From a photograph by Solomon D. Butcher of four daughters of rancher Joseph M. Chrisman, at their sod house in Custer County, Nebraska. From left to right, Harriet, Elizabeth, Lucie, and Ruth. Photographed in 1886.

Tuesday, August 28, 2012

A Hurricane Memory

Medieval night with Hurricane Rita


Tonight, the very muggy weather and the threat of Hurricane Isaac is giving me déjà vu. I've never experienced the full force of a hurricane firsthand. But I did have a surreal secondhand hurricane experience, one humid night in southern Tennessee that comes to mind tonight

Keely was still in college in September 2005, and she was a member of  SCA (Society for Creative Anachronism), a medieval reenactment group. Her group was attending a reenactment near Columbia, Tennessee, so Isaac and I went along. We arrived late on Friday night in torrential rain, and decided to sleep in a motel instead of setting up our tent in the downpour.

On Saturday, the sun was shining. We drove out to the site, found Keely's group, set up our tent, put on our medieval garb, and had a very hot, humid day of medieval entertainment and activity.  That night, we enjoyed a nice medieval meal with several courses. That ended the official activities, so Isaac and I wandered back to our tent and settled in for the night.

Hurricane Rita, September, 2005
It was still very humid as we lay down to sleep. There was a reason for all that humidity: Hurricane Rita was hitting the Gulf Coast that night. But steamy or not, the weather was friendly in our curious camp in the woods. At midnight, dozens of people in medieval clothing were still gathered around the embers of bonfires, talking and laughing and enjoying homemade wine and mead.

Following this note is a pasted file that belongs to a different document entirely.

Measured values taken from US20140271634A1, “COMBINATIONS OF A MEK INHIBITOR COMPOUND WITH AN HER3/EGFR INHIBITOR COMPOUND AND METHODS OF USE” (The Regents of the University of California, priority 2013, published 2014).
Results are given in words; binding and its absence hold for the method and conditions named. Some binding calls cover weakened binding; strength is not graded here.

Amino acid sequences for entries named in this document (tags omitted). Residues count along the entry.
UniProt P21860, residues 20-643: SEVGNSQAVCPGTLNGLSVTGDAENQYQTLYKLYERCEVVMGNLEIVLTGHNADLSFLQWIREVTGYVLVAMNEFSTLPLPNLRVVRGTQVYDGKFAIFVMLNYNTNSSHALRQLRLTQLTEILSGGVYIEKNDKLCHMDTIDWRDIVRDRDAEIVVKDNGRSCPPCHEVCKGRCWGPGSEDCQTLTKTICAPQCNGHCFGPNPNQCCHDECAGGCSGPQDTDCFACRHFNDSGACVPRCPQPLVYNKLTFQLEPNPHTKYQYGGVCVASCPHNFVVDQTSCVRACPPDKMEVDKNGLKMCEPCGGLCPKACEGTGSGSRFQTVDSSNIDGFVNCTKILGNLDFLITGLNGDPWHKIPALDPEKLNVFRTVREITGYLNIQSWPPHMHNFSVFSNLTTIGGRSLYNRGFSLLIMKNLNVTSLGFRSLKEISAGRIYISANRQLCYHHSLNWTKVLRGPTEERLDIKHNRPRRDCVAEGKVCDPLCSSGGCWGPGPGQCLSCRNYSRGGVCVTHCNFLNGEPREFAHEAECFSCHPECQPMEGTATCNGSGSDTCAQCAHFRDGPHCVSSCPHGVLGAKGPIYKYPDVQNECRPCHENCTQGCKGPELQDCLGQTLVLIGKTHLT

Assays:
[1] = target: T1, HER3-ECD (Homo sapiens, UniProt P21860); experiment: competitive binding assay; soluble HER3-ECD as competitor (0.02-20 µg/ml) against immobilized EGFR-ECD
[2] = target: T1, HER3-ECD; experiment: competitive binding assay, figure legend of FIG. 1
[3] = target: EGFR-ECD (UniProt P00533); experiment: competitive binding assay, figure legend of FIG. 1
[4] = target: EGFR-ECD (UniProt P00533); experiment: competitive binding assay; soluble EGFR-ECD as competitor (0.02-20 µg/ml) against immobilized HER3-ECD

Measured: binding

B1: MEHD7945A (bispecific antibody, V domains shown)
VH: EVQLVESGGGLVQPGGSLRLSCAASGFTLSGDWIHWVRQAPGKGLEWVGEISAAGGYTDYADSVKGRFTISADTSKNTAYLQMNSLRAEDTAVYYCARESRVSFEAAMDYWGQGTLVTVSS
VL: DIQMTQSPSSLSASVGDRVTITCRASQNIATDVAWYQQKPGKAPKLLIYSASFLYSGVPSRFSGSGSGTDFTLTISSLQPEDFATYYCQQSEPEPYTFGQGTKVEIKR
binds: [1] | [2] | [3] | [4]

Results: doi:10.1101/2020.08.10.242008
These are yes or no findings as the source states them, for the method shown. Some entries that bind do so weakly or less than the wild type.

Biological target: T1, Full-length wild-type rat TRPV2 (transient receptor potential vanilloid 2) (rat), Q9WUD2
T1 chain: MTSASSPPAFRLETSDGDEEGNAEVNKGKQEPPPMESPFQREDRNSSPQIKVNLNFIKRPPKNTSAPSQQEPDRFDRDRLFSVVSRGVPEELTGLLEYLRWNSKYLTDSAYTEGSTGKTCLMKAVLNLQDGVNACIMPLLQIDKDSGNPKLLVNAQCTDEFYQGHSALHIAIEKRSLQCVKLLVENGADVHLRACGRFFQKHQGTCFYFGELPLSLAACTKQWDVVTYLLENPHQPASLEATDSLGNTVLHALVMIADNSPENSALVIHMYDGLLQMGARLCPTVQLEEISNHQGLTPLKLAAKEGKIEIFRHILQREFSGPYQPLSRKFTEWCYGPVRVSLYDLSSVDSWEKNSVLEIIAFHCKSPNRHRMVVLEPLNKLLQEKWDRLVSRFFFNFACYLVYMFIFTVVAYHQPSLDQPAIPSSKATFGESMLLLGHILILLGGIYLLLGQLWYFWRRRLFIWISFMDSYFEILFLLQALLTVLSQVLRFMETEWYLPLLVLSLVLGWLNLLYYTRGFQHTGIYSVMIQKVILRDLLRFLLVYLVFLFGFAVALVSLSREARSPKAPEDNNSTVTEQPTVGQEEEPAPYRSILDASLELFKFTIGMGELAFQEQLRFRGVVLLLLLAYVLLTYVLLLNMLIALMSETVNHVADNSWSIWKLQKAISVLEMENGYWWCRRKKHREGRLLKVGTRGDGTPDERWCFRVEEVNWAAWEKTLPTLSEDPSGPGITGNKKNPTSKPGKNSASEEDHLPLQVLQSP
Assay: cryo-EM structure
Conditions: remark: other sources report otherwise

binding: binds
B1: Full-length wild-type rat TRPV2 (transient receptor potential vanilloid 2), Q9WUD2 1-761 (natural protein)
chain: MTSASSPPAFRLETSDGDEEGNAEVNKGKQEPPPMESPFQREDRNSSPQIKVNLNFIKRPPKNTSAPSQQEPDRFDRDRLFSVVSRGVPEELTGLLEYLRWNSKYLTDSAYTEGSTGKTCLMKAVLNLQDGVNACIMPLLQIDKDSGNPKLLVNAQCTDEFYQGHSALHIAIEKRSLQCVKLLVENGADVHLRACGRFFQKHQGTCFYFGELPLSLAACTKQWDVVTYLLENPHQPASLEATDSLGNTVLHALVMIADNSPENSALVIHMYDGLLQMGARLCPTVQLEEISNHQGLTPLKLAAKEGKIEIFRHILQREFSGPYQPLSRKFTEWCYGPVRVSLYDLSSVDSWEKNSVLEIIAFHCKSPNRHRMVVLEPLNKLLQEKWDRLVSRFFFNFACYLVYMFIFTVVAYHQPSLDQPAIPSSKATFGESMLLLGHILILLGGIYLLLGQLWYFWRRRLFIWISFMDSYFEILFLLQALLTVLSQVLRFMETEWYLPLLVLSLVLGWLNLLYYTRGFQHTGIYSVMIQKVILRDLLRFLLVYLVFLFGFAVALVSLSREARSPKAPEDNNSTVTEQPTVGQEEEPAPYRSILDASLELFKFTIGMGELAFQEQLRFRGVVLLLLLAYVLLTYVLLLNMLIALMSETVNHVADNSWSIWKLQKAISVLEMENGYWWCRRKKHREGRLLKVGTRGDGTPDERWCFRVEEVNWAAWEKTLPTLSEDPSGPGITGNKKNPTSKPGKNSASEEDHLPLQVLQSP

I couldn't sleep, so I turned on my little radio and put on my headset. The emergency broadcast of a Mississippi radio station was coming in clearly, and I listened to it for the rest of the night. Tornadoes, high water, toppled trees, downed electric lines, impassable roads, emergency vehicles-- I participated in a long, dangerous night on the Gulf Coast of Mississippi, as I tossed and turned and dozed in my tent. The hurricane in my ears that night was the closest thing to a real hurricane that I've ever experienced.

At daylight, the radio waves became faint, and static overrode the voices.  I turned off my radio and got up from my air mattress, tired and sticky. The camp was quiet at last, except for the twitter of birds and a few loud snores.

We packed our tent and headed back to Kentucky. Somewhere between Columbia and Nashville, we stopped at a Waffle House and had an exceptionally good breakfast. I mentioned that Waffle House breakfast to Isaac a few weeks ago and he remembers it, too.

Oh yeah, definitely surreal.

I do not mean to speak lightly of the dangerous, very real hurricane that people faced that night. As I remember the terrible storm I heard described on the radio, my thoughts and prayers are with everyone in the path of Hurricane Isaac. Please be careful.

Related:
Hurricane Ike in Christian County, KY

Sunday, August 12, 2012

Hank and Jimmy

My brother's cattle dogs



Jimmy is a Border Collie. He's the younger of my brother's two cattle dogs. Both dogs are intensely attached to my brother, and they aren't friendly with strangers. They consider it their duty to protect their people --it's a characteristic of their breed.

I really felt honored when Jimmie let me pet him on the last day of my recent visit to my brother's ranch in Kansas. Hank, the older dog, would not make friends with me. When I took the photo below, Hank knew I was looking at him with my camera, so he carefully ignored me.